Outdoor tips with Jack Morris
BY JACK MORRIS
Sunday, February 26, 2012
2/26/12 at 5:57 AM
Listen to Jack Morris talk about preparing for turkey season.
Now is the time to watch, listen and track. It will pay off when early turkey season comes around, especially if you're planning to get a youngster out in the woods for the youth season the last weekend in March.
Turkeys often move from wintering areas to spring nesting areas, so don't assume you will find turkeys in an area where you may have seen them while deer hunting or doing other activities in the woods this winter.
Flocks this time of year often will go through what is called a "break" with hens moving toward areas that may have a little more low brush or thickets or terrain better suited for nesting. It may be a matter of simply moving from one valley to the next one over, or they may move quite a distance.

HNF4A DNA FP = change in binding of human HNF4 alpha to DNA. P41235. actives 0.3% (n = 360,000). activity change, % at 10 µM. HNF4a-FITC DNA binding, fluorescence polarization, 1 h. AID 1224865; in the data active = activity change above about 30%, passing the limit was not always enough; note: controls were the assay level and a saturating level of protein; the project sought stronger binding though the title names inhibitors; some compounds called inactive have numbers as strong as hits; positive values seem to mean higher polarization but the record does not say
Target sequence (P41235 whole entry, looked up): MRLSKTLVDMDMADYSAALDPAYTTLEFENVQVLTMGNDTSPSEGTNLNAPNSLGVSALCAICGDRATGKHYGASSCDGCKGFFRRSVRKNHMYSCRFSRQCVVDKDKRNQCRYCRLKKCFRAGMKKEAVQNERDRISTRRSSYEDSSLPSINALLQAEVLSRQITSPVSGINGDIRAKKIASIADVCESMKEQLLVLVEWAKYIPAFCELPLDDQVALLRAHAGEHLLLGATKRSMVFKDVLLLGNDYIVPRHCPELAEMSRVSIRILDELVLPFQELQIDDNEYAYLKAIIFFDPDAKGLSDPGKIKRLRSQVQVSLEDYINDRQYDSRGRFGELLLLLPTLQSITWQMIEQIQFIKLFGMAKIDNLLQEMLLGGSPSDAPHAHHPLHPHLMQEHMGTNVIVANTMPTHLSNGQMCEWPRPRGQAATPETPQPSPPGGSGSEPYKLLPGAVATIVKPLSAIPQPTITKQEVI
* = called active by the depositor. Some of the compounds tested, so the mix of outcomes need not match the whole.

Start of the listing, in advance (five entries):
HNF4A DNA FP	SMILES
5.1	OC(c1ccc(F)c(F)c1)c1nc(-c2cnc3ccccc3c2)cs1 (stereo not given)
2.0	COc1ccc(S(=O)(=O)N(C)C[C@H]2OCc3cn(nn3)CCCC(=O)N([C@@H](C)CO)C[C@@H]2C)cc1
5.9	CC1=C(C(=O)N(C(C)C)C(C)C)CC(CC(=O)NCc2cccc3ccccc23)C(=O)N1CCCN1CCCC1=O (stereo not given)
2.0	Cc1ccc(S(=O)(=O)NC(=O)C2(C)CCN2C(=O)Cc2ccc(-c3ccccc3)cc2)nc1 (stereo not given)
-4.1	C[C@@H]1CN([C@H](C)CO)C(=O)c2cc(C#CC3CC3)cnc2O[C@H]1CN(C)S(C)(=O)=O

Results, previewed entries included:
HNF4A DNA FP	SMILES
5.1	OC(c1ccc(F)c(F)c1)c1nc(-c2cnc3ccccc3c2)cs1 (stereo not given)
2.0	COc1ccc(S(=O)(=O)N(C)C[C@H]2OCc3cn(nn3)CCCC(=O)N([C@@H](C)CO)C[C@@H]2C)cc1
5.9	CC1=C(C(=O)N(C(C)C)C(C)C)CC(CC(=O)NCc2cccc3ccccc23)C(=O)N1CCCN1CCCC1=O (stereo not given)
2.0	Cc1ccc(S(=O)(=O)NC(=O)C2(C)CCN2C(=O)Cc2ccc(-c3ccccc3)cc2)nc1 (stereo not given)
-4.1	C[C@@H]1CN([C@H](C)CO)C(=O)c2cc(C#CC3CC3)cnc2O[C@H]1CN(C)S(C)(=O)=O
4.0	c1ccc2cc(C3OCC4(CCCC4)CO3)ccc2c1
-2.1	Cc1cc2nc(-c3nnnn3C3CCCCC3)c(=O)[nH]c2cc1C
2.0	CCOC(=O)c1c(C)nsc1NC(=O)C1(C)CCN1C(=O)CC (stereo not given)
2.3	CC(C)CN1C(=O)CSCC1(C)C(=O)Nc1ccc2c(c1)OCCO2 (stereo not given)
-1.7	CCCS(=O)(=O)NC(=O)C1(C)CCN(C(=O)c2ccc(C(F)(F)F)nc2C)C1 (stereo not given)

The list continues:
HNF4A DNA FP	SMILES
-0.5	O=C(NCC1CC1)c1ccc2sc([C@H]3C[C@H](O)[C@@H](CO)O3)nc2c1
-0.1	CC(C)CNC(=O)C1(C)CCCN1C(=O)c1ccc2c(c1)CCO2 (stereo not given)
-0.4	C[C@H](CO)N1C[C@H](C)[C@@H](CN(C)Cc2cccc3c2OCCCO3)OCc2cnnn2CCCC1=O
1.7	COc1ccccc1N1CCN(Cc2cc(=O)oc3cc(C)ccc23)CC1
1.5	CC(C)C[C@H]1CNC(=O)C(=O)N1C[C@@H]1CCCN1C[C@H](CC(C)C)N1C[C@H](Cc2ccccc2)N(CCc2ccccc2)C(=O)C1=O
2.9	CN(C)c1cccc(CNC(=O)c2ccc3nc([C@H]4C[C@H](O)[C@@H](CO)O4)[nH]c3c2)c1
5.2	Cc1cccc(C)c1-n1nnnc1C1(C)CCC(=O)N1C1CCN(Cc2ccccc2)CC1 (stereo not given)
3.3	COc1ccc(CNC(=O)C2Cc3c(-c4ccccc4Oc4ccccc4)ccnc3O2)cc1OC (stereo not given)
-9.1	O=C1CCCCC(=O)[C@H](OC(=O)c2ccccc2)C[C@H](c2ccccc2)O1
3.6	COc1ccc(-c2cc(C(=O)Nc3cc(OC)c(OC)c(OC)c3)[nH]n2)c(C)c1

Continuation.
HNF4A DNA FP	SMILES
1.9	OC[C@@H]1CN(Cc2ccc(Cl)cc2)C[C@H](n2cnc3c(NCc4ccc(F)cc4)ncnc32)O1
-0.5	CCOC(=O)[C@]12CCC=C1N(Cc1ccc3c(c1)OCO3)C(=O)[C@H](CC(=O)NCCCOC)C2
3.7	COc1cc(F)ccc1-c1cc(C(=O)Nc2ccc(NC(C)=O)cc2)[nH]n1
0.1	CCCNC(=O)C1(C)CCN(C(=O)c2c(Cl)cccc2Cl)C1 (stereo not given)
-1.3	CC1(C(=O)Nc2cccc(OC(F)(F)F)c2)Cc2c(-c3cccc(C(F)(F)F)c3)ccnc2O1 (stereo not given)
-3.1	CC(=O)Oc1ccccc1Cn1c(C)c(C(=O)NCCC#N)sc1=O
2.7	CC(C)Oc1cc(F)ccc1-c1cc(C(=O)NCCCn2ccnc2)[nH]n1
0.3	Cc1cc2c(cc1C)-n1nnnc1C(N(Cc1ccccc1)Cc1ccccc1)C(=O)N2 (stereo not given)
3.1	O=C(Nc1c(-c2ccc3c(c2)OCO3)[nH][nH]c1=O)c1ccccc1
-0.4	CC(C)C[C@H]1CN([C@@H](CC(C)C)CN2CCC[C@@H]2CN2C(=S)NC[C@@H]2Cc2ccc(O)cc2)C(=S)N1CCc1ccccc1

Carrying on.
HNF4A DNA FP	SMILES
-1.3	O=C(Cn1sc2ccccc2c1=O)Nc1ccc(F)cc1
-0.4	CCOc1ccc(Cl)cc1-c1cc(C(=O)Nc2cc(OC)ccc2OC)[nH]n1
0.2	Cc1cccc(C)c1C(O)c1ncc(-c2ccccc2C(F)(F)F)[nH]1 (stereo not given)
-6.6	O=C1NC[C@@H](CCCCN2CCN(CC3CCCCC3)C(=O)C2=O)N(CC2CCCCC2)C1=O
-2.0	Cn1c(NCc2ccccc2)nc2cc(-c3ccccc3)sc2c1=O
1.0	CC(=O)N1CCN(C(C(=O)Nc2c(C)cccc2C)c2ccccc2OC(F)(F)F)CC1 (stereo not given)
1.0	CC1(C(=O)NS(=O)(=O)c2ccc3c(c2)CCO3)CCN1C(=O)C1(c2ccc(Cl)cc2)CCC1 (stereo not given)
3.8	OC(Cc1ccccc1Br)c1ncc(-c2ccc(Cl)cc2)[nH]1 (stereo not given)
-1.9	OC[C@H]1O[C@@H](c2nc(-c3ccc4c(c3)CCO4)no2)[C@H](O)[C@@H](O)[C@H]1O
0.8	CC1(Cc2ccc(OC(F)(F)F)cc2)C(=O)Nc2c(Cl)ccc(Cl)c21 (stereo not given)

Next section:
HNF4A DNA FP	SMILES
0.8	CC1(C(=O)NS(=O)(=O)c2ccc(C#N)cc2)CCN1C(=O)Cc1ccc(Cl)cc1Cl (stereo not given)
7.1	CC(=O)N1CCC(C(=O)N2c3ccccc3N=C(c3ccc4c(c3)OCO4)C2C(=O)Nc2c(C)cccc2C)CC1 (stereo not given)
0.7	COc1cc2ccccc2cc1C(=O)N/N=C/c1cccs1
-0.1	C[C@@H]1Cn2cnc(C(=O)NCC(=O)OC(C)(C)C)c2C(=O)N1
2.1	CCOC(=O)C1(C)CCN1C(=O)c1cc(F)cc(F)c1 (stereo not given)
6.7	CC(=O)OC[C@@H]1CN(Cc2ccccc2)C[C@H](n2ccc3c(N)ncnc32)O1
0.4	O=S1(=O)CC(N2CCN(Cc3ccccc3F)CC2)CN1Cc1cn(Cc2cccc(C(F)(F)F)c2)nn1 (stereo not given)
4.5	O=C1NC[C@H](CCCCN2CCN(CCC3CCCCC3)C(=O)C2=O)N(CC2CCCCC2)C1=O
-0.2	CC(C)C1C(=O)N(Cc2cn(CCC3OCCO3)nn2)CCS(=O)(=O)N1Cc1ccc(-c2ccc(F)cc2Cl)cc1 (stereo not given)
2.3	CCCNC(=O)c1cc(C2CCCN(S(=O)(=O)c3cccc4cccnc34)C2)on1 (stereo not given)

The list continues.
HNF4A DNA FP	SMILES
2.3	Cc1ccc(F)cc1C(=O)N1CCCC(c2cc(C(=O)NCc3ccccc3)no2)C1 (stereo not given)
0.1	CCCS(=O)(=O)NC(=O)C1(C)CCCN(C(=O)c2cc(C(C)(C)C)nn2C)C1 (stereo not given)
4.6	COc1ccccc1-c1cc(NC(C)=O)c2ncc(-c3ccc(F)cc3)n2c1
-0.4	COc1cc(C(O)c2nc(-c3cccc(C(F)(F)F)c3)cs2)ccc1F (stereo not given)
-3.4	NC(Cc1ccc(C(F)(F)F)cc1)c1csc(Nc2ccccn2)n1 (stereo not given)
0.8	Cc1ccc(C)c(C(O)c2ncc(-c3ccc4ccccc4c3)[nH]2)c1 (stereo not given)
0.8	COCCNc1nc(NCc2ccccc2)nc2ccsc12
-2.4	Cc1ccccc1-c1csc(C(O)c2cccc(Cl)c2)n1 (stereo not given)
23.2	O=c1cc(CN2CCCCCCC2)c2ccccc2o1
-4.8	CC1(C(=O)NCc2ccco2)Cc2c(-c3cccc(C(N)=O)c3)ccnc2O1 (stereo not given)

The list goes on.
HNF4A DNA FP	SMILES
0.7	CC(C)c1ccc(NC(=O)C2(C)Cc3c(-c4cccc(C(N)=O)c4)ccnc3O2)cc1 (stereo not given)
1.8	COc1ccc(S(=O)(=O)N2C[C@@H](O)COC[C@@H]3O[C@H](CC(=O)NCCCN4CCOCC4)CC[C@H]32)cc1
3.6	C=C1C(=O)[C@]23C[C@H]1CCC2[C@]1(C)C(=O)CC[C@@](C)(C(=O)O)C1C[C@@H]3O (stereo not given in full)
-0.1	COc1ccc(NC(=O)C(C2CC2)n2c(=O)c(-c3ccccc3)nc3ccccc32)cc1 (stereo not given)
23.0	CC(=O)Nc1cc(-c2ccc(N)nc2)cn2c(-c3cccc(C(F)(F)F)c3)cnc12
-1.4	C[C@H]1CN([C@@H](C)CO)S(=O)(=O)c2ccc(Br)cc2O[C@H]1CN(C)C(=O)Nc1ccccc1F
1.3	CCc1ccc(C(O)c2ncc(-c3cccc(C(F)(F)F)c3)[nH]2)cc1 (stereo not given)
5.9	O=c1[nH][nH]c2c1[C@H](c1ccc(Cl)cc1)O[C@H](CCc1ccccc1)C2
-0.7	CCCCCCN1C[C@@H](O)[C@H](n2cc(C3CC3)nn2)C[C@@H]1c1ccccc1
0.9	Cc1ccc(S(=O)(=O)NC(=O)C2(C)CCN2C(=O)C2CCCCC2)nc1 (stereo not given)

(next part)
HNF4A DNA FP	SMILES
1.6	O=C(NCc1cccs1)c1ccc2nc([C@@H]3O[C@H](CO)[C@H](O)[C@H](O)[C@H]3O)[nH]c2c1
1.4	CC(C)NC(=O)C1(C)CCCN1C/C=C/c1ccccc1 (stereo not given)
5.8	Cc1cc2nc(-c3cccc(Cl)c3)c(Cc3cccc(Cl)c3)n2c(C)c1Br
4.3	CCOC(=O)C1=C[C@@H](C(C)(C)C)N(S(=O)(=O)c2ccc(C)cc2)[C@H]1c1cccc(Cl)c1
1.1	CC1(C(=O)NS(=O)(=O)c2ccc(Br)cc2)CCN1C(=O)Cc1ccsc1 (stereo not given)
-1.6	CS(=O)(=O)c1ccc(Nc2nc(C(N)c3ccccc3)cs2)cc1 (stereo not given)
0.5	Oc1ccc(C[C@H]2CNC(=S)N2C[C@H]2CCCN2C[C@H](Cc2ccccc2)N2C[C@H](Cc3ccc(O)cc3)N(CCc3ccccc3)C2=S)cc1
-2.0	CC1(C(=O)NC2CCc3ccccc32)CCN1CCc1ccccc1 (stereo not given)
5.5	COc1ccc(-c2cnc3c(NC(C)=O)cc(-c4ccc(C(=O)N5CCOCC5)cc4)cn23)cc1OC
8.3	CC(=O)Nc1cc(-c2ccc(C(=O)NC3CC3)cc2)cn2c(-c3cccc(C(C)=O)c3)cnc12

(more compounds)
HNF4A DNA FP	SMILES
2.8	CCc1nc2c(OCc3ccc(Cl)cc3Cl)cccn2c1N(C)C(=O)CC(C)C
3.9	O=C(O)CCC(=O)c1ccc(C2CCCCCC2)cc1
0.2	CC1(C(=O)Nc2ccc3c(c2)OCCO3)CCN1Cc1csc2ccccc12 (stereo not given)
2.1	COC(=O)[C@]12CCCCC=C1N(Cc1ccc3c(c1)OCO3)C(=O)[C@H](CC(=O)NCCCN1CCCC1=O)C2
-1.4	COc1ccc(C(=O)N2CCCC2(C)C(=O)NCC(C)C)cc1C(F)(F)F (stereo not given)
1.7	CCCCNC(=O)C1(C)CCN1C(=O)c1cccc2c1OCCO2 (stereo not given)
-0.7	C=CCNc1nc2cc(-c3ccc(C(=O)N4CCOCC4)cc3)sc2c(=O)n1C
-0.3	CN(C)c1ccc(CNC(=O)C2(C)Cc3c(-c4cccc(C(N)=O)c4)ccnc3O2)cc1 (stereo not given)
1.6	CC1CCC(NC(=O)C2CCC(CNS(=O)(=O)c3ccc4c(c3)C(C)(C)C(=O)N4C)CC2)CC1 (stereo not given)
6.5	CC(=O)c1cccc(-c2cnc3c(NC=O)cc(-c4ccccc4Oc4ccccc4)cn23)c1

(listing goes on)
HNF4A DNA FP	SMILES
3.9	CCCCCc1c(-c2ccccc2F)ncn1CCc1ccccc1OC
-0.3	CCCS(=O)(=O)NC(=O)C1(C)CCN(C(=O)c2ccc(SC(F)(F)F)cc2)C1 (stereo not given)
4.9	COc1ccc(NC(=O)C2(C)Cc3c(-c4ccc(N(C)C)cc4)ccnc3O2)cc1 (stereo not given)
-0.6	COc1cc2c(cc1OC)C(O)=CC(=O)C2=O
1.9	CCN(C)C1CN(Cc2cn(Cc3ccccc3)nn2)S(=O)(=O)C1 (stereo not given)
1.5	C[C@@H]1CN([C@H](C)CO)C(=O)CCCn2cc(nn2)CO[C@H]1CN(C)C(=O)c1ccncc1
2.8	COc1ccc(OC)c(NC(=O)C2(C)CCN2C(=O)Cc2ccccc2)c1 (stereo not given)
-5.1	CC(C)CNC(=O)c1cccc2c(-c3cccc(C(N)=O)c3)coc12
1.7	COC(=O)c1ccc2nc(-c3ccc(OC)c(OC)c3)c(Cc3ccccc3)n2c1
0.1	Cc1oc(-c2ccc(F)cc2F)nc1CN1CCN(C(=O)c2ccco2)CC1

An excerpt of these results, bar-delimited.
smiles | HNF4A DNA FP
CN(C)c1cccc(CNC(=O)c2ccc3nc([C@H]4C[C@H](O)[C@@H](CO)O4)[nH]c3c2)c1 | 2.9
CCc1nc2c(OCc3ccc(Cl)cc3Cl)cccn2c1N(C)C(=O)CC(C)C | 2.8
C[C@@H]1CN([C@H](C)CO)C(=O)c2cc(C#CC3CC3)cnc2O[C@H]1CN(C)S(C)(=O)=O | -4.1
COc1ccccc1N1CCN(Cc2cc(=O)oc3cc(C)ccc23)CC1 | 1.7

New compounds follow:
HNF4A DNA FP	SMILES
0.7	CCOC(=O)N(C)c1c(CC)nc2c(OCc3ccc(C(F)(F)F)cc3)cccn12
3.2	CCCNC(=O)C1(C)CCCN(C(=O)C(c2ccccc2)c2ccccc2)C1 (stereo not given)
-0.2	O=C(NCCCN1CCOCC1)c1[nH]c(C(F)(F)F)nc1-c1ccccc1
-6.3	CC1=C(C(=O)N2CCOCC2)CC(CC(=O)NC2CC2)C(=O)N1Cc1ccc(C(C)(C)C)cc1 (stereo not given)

As the birds travel, you can find their tracks on the edges of farm fields and on natural game trails. One of the best ways to find them is to head out early in the morning and just listen as Mother Nature begins to wake up.
Some toms are starting to gobble now. Don't be tempted to use a turkey call, however. Keep that call in your pocket. There's no need to start educating the birds. Using a locator call like a coyote howl or owl hoot is OK, but it's best just to listen. If the birds are not in your hearing range, just readjust for the next day and get yourself in a little better position.
I can't emphasize enough how important it is to do your homework and pre-scout for turkeys. They will get into a pattern and tend to stay in that pattern unless they are disturbed by predators, vehicles or what-have-you. If you have turkeys patterned, you are a huge step ahead of the game come April.
Original Print Headline: Outdoor tips with Jack Morris
Jack Morris is a professional guide and host of Outdoor Trails on KTBZ am1430. Contact him at 918-691-3840, firstname.lastname@example.org or see tulsaworld.com/jackmorris.